CSAW CTF 2018 write ups


Once more, I've been called by my team, Greunion for a CTF during a week-end. This time, it was CSAW CTF!

Bellow are short write-ups for two crypto challenges.

Flatcrypt (crypto 100)

TL;DR: Oracle on the length of the plaintext after zlib compression.

We are provided with the source code of a Python server. The provided plaintext is appended to the flag, compressed with zlib, and finally encrypted with AES.

AES is used in CTR mode. The key is static, but the nonce is properly random, so nothing to be exploited there. However, in CTR mode, the ciphertext has the same length as the plaintext.

In other words, we have an oracle telling the length of the plaintext after zlib compression. This looks closely to the crypto 250 challenge from Plaid CTF 2013.

In short, the output of zlib will have a smaller length if there are more repetitions in the input. For example, if the flag is flag, let's concatenate the following and see the output length:

We can deduce that the last letter of the flag is g.

I wrote the following code to find the flag:

from pwn import * from functools import partial import string def get_len(r, data): r.recvuntil('\n') r.sendline(data) line = r.recvuntil('\n')[2:-3].decode('string-escape') return len(line) def solve(oracle, suffix, charset): out = [] for c in charset: data = c + suffix data *= 5 while len(data) < 20: data += '<' # pad out.append((c, oracle(data))) max_value = max(out, key=lambda o: o[1])[1] return [o[0] for o in out if o[1] != max_value] def solve_all(oracle): suffixes = [''] charset = string.ascii_lowercase + '_' while suffixes: new_suffixes = [] for suffix in suffixes: if suffix: # skip loops at the right of suffix if suffix.endswith(suffix[-1:] * 3): continue if suffix.endswith(suffix[-2:] * 3): continue chars = solve(oracle, suffix, charset) if not(chars): yield suffix continue for char in chars: new_suffixes.append(char + suffix) suffixes = new_suffixes with remote('', 8042) as r: for solved in solve_all(partial(get_len, r)): log.success(solved)

This outputs the following candidates:

gogoo rime_doesnt_have_a_logo rime_doesnt_have_a_logoo rime_doesnt_have_a_logogo

The first character is missing, but we can guess that the flag is indeed crime_doesnt_have_a_logo as a reference to the CRIME attack.

Collusion (crypto 500)

TL;DR: In an RSA-like cryptosystem, obtain a multiple of phi to factor n.

We are provided some go code implementing an RSA-like cryptosystem, together with the output of it encrypting the flag. We will use the usual RSA notations:

n = p * q (with p and q both primes) phi = (p - 1) * (q - 1)

We also have the following from reading the code:

p = 2 * p' + 1 (with p' prime) q = 2 * q' + 1 (with q' prime) X = random() r = random()

The code is basically doing the following:

Na = DecrypterId('Alice') Nb = DecrypterId('Bob') Nc = DecrypterId('Carol') Da = inverse(Na, phi) Db = inverse(Nb, phi) Dc = inverse(Nc, phi) V = 3 ** ((Na + X) * r) K = 3 ** r shared = sha256(K) Nonce, Body = AES-GCM(shared).encrypt(flag)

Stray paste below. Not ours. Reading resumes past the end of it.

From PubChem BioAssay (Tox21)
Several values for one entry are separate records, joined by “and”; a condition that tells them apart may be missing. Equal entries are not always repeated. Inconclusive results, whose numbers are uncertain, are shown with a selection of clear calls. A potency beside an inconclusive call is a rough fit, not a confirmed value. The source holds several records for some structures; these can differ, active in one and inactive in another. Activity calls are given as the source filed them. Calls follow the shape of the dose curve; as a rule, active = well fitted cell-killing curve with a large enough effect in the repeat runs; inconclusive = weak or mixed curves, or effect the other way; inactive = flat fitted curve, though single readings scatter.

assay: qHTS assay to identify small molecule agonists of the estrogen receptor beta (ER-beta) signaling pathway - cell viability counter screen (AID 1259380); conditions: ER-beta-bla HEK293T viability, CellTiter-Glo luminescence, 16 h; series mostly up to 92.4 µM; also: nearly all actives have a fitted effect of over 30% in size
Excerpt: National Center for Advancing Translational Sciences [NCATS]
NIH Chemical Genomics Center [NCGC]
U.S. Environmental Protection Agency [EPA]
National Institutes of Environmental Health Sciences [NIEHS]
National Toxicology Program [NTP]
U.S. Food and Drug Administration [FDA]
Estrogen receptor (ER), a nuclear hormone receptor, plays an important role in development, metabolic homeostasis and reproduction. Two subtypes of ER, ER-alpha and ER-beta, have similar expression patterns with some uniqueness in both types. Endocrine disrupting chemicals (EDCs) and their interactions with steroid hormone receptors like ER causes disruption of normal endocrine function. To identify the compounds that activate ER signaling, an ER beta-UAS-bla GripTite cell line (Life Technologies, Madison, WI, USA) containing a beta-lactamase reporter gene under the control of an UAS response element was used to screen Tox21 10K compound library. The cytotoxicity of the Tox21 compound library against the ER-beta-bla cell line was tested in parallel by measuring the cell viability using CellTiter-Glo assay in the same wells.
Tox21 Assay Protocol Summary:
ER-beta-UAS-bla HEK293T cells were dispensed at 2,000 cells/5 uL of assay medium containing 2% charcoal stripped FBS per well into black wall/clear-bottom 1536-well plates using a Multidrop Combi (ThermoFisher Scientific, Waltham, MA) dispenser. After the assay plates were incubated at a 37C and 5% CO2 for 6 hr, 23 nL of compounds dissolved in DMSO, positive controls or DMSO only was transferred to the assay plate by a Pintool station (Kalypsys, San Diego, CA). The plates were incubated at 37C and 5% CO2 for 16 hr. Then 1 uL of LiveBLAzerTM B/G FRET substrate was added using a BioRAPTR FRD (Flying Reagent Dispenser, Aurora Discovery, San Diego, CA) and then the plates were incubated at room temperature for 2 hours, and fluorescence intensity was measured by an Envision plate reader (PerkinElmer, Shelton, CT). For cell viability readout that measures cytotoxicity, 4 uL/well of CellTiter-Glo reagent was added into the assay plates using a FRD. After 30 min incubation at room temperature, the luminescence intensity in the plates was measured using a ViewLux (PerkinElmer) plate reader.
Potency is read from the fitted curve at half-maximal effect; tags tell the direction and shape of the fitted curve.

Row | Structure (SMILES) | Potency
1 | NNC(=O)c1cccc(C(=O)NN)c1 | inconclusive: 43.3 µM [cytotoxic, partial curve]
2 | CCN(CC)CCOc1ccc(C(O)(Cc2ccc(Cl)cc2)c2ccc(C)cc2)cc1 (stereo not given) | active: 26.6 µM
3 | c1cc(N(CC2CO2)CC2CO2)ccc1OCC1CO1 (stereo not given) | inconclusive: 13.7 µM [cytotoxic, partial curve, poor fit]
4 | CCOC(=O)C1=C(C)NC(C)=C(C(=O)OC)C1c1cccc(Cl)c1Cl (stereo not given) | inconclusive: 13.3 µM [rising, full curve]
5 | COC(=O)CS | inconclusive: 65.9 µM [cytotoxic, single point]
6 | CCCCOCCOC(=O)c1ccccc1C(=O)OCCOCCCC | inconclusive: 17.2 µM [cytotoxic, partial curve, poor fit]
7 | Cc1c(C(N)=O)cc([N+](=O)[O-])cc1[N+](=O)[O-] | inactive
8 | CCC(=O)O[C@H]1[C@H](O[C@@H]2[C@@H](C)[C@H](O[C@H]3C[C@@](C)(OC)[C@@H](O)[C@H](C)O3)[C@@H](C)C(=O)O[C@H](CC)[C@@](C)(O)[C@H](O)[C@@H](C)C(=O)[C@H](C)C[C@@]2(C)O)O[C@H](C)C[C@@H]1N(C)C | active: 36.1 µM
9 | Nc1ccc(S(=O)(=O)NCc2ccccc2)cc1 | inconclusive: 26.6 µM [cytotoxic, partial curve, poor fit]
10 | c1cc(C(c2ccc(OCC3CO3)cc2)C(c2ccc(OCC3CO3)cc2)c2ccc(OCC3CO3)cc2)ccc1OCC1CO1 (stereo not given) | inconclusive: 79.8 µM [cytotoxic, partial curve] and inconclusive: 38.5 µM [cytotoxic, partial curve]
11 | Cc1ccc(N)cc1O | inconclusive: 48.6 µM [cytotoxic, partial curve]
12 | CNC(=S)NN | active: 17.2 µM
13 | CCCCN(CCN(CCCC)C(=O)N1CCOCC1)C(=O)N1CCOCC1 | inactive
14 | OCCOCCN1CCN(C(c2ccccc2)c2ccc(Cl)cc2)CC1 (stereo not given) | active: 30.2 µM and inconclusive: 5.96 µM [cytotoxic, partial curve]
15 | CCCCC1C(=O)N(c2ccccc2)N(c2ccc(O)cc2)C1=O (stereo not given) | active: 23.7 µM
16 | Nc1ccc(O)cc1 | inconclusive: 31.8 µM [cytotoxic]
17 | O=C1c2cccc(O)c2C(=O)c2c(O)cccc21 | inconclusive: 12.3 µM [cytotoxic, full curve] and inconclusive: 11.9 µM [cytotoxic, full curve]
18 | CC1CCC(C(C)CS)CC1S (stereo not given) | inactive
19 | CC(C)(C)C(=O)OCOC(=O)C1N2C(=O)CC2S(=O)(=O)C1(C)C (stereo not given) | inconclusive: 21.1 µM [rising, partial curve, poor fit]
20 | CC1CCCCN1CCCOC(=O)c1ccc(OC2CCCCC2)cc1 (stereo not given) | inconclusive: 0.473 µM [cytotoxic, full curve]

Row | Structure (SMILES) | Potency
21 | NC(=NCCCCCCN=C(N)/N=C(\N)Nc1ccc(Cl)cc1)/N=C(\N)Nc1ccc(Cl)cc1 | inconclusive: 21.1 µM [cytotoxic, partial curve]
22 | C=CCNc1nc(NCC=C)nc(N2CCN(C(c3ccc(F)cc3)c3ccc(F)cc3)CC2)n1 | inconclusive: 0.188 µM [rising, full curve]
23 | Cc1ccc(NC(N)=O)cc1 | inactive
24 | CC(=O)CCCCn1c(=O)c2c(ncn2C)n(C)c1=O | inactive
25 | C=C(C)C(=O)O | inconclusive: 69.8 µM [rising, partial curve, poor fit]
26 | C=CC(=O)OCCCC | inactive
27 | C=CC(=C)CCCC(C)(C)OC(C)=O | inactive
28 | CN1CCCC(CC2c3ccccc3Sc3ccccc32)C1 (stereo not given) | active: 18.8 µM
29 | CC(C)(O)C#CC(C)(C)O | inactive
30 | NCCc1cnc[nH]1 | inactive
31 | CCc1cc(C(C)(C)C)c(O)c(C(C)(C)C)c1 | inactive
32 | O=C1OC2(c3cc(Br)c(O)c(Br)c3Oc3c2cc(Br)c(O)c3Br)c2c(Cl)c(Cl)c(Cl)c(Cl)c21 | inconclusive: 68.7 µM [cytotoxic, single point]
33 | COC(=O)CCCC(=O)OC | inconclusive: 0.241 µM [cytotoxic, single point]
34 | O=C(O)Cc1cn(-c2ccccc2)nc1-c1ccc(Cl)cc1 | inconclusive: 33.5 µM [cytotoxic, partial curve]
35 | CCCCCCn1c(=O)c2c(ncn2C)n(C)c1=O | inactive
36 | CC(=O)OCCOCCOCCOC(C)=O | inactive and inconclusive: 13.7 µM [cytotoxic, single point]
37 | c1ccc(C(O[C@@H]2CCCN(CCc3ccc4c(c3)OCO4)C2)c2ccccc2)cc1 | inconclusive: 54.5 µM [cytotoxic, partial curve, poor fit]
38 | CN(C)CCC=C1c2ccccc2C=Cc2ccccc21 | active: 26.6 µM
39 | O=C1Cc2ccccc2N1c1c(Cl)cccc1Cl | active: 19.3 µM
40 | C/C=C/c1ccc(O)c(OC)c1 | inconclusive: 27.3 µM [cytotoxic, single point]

However, we only are provided with n, Db, Dc, V, Nonce, Body.

First, we notice that if we recover Da, we could compute V ** Da modulo n, which equals K. At that point we have everything to decode body and recover the flag.

Now, we can recover Na, Nb and Nc since they are computed in a deterministic way from the strings Alice, Bob and Carol. The following code was used:

package main import ( "math/big" "fmt" "log" ) func main() { log.SetFlags(log.LstdFlags | log.Lshortfile) n := new(big.Int) n, ok := N.SetString("6208...snip...2513", 10) if !ok { log.Fatal(ok) } na, err := DecrypterId("Alice", n) if err != nil { log.Fatal(err) } fmt.Printf("Alice -> %s\n", na.String()) // same for Bob and Carol }

Now, we have the following equations:

(1): Db * (Nb + X) = 1 mod phi (2): Dc * (Nc + X) = 1 mod phi

There are still too many unknown variables to solve, but we can remove X by combining (1) and (2):

Dc * (1) - Db * (2) gives: s = Dc * Db * (Nc - Nb) + Dc - Db = 0 mod phi

In other words, we have s which is a multiple of phi. Turns out having a multiple of phi is enough to factor n:

The second link gives us the code to recover one factor of n. All is left is to compute the missing variables from there and we recover the flag.

from hashlib import sha256 from Crypto.Cipher import AES from Crypto.Util.number import long_to_bytes, inverse from sci_crypt_post import split_using_lambda n = 6208...snip...2513 Db = 5334...snip...0601 Dc = 4650...snip...9571 V = 5842...snip...1631 Nonce = "2NXgQhueKbVm5Pd8".decode('base64') Body = "0ZWA...snip...zA==".decode('base64') Na = 5686...snip...1581 Nb = 1109...snip...0847 Nc = 5831...snip...6469 s = Dc * Db * (Nc - Nb) + Dc - Db p = split_using_lambda(n, abs(s)) q = n / p assert p * q == n # yeah! phi = (p - 1) * (q - 1) X = inverse(Db, phi) - Nb Da = inverse(X + Na, phi) K = pow(V, Da, n) shared = sha256(long_to_bytes(K)).digest() aes =, AES.MODE_GCM, nonce=Nonce) print aes.decrypt(Body).encode('string-escape')

This prints flag{mission payload}\xb3QM\x1f#\x1e5\xf7=5\x82\xfe|Z\x059.


I was not familiar with the go programming language, but it seems quite easy to pick up, which was a good surprise. Especially, the documentation is clear, which is always a good sign.

Solving two challenges in a weekend does not seem like much, but we still manage to rank 6 out of the many teams competing, which is nothing to be ashamed of!


This article, source code and image are released under the CC BY-SA licence.

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